But it is too bad that Emmett didn’t invest in real estate, or have something to call his own. Real estate ownership was considered a solid, sound investment. Also, owning a home conveyed the appearance of reliability, consistency.

Even sobriety.

And perhaps the last point was the other stickler.

By 1913, we know Emmett was a full-blown alcoholic, and booze was costly: For example, ONE gallon of nine year old Kentucky whiskey cost $9 in 1913. In 2018 dollars, that’s $225. I doubt Emmett limited his drinking to a gallon a week. It was likely SEVERAL gallons.

Emmett was also a member of two prominent men’s clubs in Pensacola: The Osceola Club and the Elks. The Osceola Club was a fancy society club where one could read, meet and socialize with select and prominent Pensacolians, and drink (although that was not publicized). Membership in The Osceola Club was approximately $500 a year, not including your bar tab, if you had one. And Emmett had one, for sure.

Yes, that’s $500 a year.

In 1913 dollars.

Or, $12,518, according to the Inflation Calculator in 2018 dollars.

I don’t have Emmett’s receipts, of course, but it seems obvious to me that spent most of his money on his political campaigns in 1912 and 1914, and booze.

And when Emmett died in 1918, he was in financial trouble. Emmett’s brother and executor of his estate, Cephas Love Wilson, stated in a letter that Emmett didn’t have anything of value in his belongings except a life insurance policy worth about $13,000, and that Emmett had already borrowed $3,000 against it (that he knew of). In the end, there wasn’t much, if anything, left of Emmett’s estate.

 

 

 

John Smithwick: A Kind-of Renaissance Guy

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John Harris Smithwick. Source: Find-a-grave.com

As promised, I’m following up on the earlier post about the folks at the Smithwick luncheon.

I’ll start with information about the host, John H. Smithwick: Farmer, attorney, U.S. congressman, accused check kiter, and survivor of the Knickerbocker theater disaster.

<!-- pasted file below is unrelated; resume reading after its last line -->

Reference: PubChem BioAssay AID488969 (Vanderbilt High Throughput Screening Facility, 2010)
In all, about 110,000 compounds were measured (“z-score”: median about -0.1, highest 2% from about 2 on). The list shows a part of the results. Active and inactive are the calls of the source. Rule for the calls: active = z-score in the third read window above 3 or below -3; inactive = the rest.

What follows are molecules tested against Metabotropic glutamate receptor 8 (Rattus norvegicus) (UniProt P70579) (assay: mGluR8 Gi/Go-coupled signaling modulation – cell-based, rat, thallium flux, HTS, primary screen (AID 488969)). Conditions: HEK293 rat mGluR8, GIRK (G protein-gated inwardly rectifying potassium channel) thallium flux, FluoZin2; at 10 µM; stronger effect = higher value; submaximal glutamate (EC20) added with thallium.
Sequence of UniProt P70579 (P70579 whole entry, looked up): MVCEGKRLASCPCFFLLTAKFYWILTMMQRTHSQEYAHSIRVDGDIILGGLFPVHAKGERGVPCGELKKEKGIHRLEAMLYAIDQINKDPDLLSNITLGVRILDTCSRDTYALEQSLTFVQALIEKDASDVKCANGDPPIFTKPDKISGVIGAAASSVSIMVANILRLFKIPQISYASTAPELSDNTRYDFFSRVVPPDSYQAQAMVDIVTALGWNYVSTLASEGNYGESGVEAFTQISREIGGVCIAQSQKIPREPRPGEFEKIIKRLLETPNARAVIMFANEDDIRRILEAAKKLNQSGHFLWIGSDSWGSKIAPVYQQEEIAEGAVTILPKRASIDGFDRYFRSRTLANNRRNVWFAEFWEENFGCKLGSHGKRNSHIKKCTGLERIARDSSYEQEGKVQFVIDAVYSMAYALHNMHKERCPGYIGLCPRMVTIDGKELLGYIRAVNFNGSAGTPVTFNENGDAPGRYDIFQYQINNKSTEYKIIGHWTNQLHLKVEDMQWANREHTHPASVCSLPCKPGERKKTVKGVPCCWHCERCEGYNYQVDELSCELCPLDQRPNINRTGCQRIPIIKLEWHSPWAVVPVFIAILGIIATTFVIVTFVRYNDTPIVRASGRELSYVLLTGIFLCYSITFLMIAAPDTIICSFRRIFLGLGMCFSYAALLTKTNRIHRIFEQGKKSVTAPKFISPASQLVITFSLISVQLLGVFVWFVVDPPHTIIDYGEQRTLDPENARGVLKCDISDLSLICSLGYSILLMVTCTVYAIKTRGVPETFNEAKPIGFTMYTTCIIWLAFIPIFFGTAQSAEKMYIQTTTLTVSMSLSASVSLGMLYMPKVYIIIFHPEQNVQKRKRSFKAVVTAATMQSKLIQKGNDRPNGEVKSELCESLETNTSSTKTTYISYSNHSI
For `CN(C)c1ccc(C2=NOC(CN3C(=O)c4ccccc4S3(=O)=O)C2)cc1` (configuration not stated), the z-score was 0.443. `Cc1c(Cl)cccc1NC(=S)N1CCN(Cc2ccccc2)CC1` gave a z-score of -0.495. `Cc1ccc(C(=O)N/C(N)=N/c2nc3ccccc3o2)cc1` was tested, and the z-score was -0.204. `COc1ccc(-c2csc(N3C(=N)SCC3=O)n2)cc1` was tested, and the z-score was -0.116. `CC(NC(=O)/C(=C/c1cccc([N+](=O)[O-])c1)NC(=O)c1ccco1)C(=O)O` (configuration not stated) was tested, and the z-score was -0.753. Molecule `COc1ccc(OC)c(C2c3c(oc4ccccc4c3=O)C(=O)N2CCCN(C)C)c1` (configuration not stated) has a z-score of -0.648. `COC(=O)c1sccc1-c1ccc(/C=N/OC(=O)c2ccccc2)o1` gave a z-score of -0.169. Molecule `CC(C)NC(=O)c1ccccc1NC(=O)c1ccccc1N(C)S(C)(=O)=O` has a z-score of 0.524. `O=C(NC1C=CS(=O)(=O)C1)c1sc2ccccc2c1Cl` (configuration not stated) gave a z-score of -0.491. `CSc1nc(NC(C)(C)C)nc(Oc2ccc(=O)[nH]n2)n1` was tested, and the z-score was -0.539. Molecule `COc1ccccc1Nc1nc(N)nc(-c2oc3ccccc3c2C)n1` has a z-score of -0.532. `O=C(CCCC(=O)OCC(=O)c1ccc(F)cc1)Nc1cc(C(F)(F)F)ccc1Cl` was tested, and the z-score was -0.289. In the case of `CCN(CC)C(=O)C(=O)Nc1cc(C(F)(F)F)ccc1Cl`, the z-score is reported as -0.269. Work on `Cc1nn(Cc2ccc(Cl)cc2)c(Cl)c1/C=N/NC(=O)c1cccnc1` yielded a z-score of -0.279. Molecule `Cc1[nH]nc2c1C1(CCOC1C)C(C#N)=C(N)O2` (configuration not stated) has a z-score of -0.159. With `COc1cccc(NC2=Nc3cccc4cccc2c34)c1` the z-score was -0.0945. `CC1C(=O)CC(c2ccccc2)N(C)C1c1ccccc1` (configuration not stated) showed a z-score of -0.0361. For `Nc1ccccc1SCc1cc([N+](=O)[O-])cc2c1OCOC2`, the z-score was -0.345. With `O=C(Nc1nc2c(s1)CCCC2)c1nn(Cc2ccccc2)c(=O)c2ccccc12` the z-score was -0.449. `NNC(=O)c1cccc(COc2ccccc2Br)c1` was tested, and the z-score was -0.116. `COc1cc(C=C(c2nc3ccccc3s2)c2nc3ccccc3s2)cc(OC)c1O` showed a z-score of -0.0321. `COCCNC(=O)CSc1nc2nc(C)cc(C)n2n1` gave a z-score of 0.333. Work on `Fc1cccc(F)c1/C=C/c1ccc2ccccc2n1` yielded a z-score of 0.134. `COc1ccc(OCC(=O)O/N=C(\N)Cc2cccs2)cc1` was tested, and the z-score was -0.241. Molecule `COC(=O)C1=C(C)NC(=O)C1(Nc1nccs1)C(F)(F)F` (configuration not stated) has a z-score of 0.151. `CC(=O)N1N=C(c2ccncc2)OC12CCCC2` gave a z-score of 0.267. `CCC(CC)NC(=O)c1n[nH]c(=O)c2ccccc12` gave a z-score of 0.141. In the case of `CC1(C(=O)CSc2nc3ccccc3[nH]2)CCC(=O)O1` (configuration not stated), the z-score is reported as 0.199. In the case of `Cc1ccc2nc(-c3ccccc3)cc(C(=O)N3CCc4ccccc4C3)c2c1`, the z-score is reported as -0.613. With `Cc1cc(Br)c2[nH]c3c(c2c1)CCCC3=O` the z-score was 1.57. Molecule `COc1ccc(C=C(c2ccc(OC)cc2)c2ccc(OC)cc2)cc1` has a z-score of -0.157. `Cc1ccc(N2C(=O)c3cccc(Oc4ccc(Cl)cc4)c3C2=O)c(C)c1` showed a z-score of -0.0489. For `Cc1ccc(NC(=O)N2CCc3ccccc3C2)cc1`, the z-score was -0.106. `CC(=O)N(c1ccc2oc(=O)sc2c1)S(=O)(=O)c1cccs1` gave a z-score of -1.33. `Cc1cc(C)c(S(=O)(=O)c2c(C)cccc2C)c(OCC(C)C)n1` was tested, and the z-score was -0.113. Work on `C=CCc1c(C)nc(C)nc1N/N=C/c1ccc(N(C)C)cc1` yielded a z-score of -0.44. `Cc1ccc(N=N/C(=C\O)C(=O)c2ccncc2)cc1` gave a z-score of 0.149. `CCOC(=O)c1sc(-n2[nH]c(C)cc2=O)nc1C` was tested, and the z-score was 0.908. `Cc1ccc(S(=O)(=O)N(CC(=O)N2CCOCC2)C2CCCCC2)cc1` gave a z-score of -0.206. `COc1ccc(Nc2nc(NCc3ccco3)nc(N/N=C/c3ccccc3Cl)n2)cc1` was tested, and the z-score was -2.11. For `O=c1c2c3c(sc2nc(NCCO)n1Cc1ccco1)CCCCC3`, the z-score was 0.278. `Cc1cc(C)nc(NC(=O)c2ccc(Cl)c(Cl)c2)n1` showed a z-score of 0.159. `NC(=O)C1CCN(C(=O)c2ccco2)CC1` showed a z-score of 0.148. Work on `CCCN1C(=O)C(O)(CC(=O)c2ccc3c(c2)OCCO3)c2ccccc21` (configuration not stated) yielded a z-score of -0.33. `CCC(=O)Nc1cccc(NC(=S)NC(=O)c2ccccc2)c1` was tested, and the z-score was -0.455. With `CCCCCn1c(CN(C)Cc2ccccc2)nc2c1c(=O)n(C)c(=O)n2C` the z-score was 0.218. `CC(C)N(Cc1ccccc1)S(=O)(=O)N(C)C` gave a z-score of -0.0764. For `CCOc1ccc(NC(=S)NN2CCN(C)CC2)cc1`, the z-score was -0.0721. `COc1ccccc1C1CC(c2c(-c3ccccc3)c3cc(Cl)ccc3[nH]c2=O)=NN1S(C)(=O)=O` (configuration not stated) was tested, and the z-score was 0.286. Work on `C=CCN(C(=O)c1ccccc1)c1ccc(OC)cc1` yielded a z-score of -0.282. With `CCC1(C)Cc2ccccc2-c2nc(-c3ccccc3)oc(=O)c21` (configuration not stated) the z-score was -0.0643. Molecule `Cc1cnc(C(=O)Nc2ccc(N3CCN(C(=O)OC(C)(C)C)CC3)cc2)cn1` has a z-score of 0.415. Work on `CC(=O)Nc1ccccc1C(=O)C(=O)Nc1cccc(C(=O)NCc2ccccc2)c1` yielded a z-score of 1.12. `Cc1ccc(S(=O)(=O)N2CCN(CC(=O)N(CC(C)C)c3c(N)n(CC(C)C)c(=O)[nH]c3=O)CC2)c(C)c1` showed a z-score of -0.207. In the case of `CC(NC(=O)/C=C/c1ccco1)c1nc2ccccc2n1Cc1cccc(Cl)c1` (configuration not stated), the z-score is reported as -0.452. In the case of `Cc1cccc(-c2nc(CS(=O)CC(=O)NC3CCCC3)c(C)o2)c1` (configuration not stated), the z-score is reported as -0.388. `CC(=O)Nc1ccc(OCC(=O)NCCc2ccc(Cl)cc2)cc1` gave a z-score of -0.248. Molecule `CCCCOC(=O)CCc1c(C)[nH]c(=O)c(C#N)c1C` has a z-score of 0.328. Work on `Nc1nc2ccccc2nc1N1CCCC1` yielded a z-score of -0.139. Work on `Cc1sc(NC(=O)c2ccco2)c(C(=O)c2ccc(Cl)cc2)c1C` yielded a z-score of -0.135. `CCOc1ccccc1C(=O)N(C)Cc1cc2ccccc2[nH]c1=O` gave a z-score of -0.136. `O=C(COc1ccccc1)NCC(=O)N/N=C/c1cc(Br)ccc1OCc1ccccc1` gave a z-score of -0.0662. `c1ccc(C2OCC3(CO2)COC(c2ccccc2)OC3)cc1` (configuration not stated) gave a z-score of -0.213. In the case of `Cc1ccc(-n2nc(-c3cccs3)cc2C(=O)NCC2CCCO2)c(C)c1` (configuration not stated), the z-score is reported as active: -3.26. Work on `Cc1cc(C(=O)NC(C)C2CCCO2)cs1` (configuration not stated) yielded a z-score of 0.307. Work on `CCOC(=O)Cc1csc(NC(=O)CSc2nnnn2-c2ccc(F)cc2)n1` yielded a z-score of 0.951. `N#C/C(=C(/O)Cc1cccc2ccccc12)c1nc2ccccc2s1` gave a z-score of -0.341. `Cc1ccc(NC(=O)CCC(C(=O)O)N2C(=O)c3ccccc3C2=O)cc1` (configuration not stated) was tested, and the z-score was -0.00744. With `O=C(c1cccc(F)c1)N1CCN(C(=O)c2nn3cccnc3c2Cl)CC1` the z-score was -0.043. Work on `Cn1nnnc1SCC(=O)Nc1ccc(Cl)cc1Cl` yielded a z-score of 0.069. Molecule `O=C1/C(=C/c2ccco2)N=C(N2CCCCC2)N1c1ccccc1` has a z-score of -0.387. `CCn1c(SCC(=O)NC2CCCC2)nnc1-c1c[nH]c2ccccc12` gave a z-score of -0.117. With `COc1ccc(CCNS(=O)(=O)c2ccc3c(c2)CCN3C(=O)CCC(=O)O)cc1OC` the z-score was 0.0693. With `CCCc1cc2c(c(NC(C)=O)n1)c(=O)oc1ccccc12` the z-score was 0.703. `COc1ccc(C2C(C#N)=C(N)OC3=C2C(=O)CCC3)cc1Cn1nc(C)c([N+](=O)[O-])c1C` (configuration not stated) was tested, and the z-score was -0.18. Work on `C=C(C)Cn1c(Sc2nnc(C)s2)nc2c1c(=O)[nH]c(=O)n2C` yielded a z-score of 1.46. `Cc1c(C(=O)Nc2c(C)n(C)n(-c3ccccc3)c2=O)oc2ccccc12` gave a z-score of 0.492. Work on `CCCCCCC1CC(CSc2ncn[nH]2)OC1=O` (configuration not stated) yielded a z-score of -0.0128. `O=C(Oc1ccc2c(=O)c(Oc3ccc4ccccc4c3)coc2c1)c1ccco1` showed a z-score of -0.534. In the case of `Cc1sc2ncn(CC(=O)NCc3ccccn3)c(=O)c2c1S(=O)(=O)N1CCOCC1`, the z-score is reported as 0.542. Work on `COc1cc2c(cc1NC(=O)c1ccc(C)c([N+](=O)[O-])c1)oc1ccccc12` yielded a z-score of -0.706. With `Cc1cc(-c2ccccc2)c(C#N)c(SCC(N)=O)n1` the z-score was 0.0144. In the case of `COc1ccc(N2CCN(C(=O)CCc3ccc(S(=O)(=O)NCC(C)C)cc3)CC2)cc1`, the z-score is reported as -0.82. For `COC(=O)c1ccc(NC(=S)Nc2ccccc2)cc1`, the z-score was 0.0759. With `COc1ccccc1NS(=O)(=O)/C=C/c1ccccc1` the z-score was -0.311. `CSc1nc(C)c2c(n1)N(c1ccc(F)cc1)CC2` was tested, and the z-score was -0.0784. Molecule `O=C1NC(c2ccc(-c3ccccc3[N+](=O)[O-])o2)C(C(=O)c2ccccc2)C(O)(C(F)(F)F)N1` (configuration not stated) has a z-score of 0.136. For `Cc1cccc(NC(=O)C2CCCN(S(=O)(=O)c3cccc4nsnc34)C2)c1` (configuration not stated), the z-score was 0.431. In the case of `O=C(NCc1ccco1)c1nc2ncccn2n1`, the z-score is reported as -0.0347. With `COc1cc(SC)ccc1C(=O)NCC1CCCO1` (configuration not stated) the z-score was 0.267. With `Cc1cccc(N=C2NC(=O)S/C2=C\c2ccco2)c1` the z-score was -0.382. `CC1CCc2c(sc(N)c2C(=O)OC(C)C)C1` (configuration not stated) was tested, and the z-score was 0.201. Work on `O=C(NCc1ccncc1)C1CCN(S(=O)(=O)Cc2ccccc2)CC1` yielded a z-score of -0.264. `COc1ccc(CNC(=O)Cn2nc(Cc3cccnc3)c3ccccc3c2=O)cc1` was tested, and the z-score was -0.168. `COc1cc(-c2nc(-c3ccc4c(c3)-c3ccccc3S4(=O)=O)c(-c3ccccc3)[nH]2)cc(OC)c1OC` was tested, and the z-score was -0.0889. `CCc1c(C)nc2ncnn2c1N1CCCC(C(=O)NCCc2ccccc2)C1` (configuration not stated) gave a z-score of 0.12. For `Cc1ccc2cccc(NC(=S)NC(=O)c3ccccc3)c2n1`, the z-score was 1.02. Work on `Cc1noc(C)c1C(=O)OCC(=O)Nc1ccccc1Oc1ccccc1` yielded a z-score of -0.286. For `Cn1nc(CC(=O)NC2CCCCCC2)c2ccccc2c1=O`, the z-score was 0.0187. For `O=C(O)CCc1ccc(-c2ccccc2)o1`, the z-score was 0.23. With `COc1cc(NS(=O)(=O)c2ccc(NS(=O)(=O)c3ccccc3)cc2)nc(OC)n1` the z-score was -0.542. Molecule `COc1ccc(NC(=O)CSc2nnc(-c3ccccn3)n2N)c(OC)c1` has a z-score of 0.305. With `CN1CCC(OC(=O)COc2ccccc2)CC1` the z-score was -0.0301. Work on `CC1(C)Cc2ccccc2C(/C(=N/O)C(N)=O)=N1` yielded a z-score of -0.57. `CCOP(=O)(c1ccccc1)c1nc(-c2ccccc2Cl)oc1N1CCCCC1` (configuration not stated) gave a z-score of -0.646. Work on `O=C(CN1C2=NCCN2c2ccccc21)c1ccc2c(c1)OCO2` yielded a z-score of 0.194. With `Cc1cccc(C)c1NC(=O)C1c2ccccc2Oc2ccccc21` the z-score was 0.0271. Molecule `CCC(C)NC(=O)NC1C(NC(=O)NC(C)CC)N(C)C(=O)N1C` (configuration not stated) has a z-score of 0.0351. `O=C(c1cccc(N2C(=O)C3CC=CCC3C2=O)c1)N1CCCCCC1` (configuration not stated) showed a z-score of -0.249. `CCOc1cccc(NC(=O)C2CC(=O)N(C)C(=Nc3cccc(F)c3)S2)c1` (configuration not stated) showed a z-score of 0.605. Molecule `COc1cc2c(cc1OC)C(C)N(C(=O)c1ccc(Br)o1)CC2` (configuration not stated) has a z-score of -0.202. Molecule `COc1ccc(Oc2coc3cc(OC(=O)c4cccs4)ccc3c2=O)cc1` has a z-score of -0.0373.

When the 1907 article was published, Smithwick was Walter Kehoe’s law partner. We know from Smithwick’s official biography he was born in Georgia in 1872; was graduated from Reinhardt Normal College in 1895, then attended law school at Cumberland University. He was graduated in 1897; admitted to the Georgia bar in 1898, then moved to Pensacola the same year as Emmett, in 1906.

Kehoe & Smithwick, located at 306 Brent Building, Pensacola. Source: 1907 Pensacola City Directory, from Ancestry.com

Smithwick and Kehoe remained partners through 1907; the next year, however, Smithwick and Kehoe separated amicably:

Smithwick is partners with T.F. West. Source: 1908 Pensacola City Director, Ancestry.com

and,

Kehoe in single practice. Source: 1908 Pensacola City Directory, Ancestry.com

By 1910, Smithwick has changed vocation:

Source: 1910 Pensacola City Directory, Ancestry.com

Although Smithwick appears to have stepped away from his legal profession, he maintained his important connections with The Pensacola Journal’s editor, Frank Mayes. Mayes was considered a political kingmaker in West Florida politics. On April 27, 1913, The Pensacola Journal’s editor, Frank Mayes, wrote a feature about traveling through Santa Rosa County with Smithwick, and visiting his farm:

Source: The Pensacola Journal, April 27, 1913, http://www.chroniclingamerica.gov

Mayes ran another feature on Smithwick’s farm, in the  May 17, 1914 issue of The Pensacola Journal. Although Smithwick expanded into farming, he was listed in the Pensacola City Directory with a business in naval stores; his residence as 206 W. Lloyd (a house still standing).

When Emmett gave notice that he was retiring from congress in April 1915, his two friends, Smithwick and Walter Kehoe (along with two other) ran for the Third District Congressional Seat in the June primary.

Sample 1916 primary ballot, as it appeared in The Pensacola Journal. Source: Chroniclingamerica.gov

Kehoe won the primary, then the general election. He served a rather undistinguished one term, then lost his bid for reelection in the 1918 primary runoff against Smithwick. There were no hard feelings though:

Source: ChroniclingAmerica.gov

One thing of note — Walter voted against suffrage at the same time his talented sisters, Fannie and Minnie Kehoe, were two of the prominent women leading the suffrage movement in Florida. (I can imagine how uncomfortable it was when Walter came home from Washington, to face his sisters at Sunday dinners and social events.)

Smithwick’s tenure in office was also undistinguished — until he left office.

Source: Wicked Capitol Hill: An Unruly History of Behaving Badly by Robert S. Pohl. Source: Amazon.com

And:

Source: Richmond Times, May 15, 1947. Genealogybank.com

Smithwick claimed he was innocent until the day he died.

===

The most interesting story I found about Smithwick was that he was a survivor of the Knickerbocker Theatre disaster in Washington, D.C., January 28, 1922.